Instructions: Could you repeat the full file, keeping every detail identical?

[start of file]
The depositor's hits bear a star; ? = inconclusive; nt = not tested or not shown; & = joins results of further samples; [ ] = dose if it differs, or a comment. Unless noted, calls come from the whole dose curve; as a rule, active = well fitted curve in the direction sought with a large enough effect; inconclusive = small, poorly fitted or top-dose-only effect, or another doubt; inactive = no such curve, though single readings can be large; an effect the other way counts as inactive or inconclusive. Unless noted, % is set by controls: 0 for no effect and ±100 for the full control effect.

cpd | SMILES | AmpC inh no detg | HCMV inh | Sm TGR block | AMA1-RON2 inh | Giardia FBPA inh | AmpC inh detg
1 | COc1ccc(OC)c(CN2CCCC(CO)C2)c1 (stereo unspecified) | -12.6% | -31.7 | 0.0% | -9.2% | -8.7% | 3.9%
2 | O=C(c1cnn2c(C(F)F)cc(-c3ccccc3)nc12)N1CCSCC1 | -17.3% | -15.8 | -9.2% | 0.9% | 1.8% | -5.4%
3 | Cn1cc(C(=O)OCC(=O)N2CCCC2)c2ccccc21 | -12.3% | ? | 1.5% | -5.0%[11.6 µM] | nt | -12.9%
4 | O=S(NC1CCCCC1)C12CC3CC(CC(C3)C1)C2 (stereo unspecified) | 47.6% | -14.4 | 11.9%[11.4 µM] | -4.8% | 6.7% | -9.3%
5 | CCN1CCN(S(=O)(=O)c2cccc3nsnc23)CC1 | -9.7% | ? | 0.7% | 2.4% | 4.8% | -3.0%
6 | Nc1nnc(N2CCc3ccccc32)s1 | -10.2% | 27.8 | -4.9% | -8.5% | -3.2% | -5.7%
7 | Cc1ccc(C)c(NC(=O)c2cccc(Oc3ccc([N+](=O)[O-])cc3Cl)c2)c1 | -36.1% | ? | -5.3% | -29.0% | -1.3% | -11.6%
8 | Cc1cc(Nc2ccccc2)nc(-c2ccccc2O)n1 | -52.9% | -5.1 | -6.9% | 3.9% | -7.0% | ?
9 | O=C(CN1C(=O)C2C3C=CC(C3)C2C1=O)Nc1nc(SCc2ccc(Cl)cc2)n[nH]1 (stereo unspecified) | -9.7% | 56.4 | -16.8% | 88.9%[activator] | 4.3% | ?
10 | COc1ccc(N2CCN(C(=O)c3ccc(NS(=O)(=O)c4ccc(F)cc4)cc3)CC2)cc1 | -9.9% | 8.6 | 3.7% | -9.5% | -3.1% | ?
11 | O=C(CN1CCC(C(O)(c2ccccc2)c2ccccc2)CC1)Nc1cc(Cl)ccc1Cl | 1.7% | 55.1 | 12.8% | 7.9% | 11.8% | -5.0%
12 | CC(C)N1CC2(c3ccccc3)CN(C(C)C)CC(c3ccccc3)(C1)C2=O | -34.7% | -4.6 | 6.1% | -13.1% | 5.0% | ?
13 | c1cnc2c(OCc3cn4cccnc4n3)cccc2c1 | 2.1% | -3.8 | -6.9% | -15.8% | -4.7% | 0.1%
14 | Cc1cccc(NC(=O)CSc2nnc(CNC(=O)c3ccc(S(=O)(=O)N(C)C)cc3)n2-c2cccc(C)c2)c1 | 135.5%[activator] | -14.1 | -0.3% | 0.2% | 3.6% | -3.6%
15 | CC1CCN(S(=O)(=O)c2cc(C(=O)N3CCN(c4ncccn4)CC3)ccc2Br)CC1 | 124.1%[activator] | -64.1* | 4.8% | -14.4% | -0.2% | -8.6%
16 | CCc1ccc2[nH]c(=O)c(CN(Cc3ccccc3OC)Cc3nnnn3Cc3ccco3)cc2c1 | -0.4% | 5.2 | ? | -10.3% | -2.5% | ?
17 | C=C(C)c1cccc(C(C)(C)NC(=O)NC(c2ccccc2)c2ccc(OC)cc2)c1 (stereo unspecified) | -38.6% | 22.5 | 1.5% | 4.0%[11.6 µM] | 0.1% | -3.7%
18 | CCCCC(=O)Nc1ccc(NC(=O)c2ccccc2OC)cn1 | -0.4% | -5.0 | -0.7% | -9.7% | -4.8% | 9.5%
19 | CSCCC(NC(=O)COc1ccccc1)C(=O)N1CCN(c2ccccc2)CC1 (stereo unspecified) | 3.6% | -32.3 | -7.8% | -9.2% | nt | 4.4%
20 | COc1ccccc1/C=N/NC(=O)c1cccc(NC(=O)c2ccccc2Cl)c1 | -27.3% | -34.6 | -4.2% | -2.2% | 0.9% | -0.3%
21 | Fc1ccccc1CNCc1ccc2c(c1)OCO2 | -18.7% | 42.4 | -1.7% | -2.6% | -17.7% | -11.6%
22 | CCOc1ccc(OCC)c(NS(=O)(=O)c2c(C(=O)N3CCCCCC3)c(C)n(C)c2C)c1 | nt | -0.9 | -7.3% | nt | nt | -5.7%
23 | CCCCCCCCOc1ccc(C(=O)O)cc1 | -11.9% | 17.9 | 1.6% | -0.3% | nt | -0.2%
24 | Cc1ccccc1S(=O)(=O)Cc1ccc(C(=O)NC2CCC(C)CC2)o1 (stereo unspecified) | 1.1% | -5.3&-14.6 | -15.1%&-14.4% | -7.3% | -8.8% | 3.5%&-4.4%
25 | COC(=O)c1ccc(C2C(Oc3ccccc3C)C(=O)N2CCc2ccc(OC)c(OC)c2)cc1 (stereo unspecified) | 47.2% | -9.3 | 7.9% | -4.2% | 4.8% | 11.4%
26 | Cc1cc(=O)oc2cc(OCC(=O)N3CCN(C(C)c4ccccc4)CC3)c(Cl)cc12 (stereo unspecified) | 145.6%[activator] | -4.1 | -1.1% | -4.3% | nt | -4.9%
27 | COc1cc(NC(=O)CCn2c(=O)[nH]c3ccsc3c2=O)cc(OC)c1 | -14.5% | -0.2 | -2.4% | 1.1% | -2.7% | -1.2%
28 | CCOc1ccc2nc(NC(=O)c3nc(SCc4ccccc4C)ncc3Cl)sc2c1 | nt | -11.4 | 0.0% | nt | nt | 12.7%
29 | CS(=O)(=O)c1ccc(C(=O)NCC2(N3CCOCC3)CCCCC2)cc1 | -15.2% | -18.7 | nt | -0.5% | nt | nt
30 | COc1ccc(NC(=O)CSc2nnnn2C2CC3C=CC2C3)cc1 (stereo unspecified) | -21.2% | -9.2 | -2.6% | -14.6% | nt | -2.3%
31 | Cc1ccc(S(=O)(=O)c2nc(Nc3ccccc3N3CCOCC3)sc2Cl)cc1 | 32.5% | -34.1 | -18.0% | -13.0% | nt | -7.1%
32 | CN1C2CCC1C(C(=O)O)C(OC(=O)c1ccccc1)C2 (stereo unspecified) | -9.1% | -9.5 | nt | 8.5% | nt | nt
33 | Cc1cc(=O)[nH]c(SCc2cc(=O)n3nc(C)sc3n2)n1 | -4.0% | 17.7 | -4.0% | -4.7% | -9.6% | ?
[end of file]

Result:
The depositor's hits bear a star; ? = inconclusive; nt = not tested or not shown; & = joins results of further samples; [ ] = dose if it differs, or a comment. Unless noted, calls come from the whole dose curve; as a rule, active = well fitted curve in the direction sought with a large enough effect; inconclusive = small, poorly fitted or top-dose-only effect, or another doubt; inactive = no such curve, though single readings can be large; an effect the other way counts as inactive or inconclusive. Unless noted, % is set by controls: 0 for no effect and ±100 for the full control effect.

cpd | SMILES | AmpC inh no detg | HCMV inh | Sm TGR block | AMA1-RON2 inh | Giardia FBPA inh | AmpC inh detg
1 | COc1ccc(OC)c(CN2CCCC(CO)C2)c1 (stereo unspecified) | -12.6% | -31.7 | 0.0% | -9.2% | -8.7% | 3.9%
2 | O=C(c1cnn2c(C(F)F)cc(-c3ccccc3)nc12)N1CCSCC1 | -17.3% | -15.8 | -9.2% | 0.9% | 1.8% | -5.4%
3 | Cn1cc(C(=O)OCC(=O)N2CCCC2)c2ccccc21 | -12.3% | ? | 1.5% | -5.0%[11.6 µM] | nt | -12.9%
4 | O=S(NC1CCCCC1)C12CC3CC(CC(C3)C1)C2 (stereo unspecified) | 47.6% | -14.4 | 11.9%[11.4 µM] | -4.8% | 6.7% | -9.3%
5 | CCN1CCN(S(=O)(=O)c2cccc3nsnc23)CC1 | -9.7% | ? | 0.7% | 2.4% | 4.8% | -3.0%
6 | Nc1nnc(N2CCc3ccccc32)s1 | -10.2% | 27.8 | -4.9% | -8.5% | -3.2% | -5.7%
7 | Cc1ccc(C)c(NC(=O)c2cccc(Oc3ccc([N+](=O)[O-])cc3Cl)c2)c1 | -36.1% | ? | -5.3% | -29.0% | -1.3% | -11.6%
8 | Cc1cc(Nc2ccccc2)nc(-c2ccccc2O)n1 | -52.9% | -5.1 | -6.9% | 3.9% | -7.0% | ?
9 | O=C(CN1C(=O)C2C3C=CC(C3)C2C1=O)Nc1nc(SCc2ccc(Cl)cc2)n[nH]1 (stereo unspecified) | -9.7% | 56.4 | -16.8% | 88.9%[activator] | 4.3% | ?
10 | COc1ccc(N2CCN(C(=O)c3ccc(NS(=O)(=O)c4ccc(F)cc4)cc3)CC2)cc1 | -9.9% | 8.6 | 3.7% | -9.5% | -3.1% | ?
11 | O=C(CN1CCC(C(O)(c2ccccc2)c2ccccc2)CC1)Nc1cc(Cl)ccc1Cl | 1.7% | 55.1 | 12.8% | 7.9% | 11.8% | -5.0%
12 | CC(C)N1CC2(c3ccccc3)CN(C(C)C)CC(c3ccccc3)(C1)C2=O | -34.7% | -4.6 | 6.1% | -13.1% | 5.0% | ?
13 | c1cnc2c(OCc3cn4cccnc4n3)cccc2c1 | 2.1% | -3.8 | -6.9% | -15.8% | -4.7% | 0.1%
14 | Cc1cccc(NC(=O)CSc2nnc(CNC(=O)c3ccc(S(=O)(=O)N(C)C)cc3)n2-c2cccc(C)c2)c1 | 135.5%[activator] | -14.1 | -0.3% | 0.2% | 3.6% | -3.6%
15 | CC1CCN(S(=O)(=O)c2cc(C(=O)N3CCN(c4ncccn4)CC3)ccc2Br)CC1 | 124.1%[activator] | -64.1* | 4.8% | -14.4% | -0.2% | -8.6%
16 | CCc1ccc2[nH]c(=O)c(CN(Cc3ccccc3OC)Cc3nnnn3Cc3ccco3)cc2c1 | -0.4% | 5.2 | ? | -10.3% | -2.5% | ?
17 | C=C(C)c1cccc(C(C)(C)NC(=O)NC(c2ccccc2)c2ccc(OC)cc2)c1 (stereo unspecified) | -38.6% | 22.5 | 1.5% | 4.0%[11.6 µM] | 0.1% | -3.7%
18 | CCCCC(=O)Nc1ccc(NC(=O)c2ccccc2OC)cn1 | -0.4% | -5.0 | -0.7% | -9.7% | -4.8% | 9.5%
19 | CSCCC(NC(=O)COc1ccccc1)C(=O)N1CCN(c2ccccc2)CC1 (stereo unspecified) | 3.6% | -32.3 | -7.8% | -9.2% | nt | 4.4%
20 | COc1ccccc1/C=N/NC(=O)c1cccc(NC(=O)c2ccccc2Cl)c1 | -27.3% | -34.6 | -4.2% | -2.2% | 0.9% | -0.3%
21 | Fc1ccccc1CNCc1ccc2c(c1)OCO2 | -18.7% | 42.4 | -1.7% | -2.6% | -17.7% | -11.6%
22 | CCOc1ccc(OCC)c(NS(=O)(=O)c2c(C(=O)N3CCCCCC3)c(C)n(C)c2C)c1 | nt | -0.9 | -7.3% | nt | nt | -5.7%
23 | CCCCCCCCOc1ccc(C(=O)O)cc1 | -11.9% | 17.9 | 1.6% | -0.3% | nt | -0.2%
24 | Cc1ccccc1S(=O)(=O)Cc1ccc(C(=O)NC2CCC(C)CC2)o1 (stereo unspecified) | 1.1% | -5.3&-14.6 | -15.1%&-14.4% | -7.3% | -8.8% | 3.5%&-4.4%
25 | COC(=O)c1ccc(C2C(Oc3ccccc3C)C(=O)N2CCc2ccc(OC)c(OC)c2)cc1 (stereo unspecified) | 47.2% | -9.3 | 7.9% | -4.2% | 4.8% | 11.4%
26 | Cc1cc(=O)oc2cc(OCC(=O)N3CCN(C(C)c4ccccc4)CC3)c(Cl)cc12 (stereo unspecified) | 145.6%[activator] | -4.1 | -1.1% | -4.3% | nt | -4.9%
27 | COc1cc(NC(=O)CCn2c(=O)[nH]c3ccsc3c2=O)cc(OC)c1 | -14.5% | -0.2 | -2.4% | 1.1% | -2.7% | -1.2%
28 | CCOc1ccc2nc(NC(=O)c3nc(SCc4ccccc4C)ncc3Cl)sc2c1 | nt | -11.4 | 0.0% | nt | nt | 12.7%
29 | CS(=O)(=O)c1ccc(C(=O)NCC2(N3CCOCC3)CCCCC2)cc1 | -15.2% | -18.7 | nt | -0.5% | nt | nt
30 | COc1ccc(NC(=O)CSc2nnnn2C2CC3C=CC2C3)cc1 (stereo unspecified) | -21.2% | -9.2 | -2.6% | -14.6% | nt | -2.3%
31 | Cc1ccc(S(=O)(=O)c2nc(Nc3ccccc3N3CCOCC3)sc2Cl)cc1 | 32.5% | -34.1 | -18.0% | -13.0% | nt | -7.1%
32 | CN1C2CCC1C(C(=O)O)C(OC(=O)c1ccccc1)C2 (stereo unspecified) | -9.1% | -9.5 | nt | 8.5% | nt | nt
33 | Cc1cc(=O)[nH]c(SCc2cc(=O)n3nc(C)sc3n2)n1 | -4.0% | 17.7 | -4.0% | -4.7% | -9.6% | ?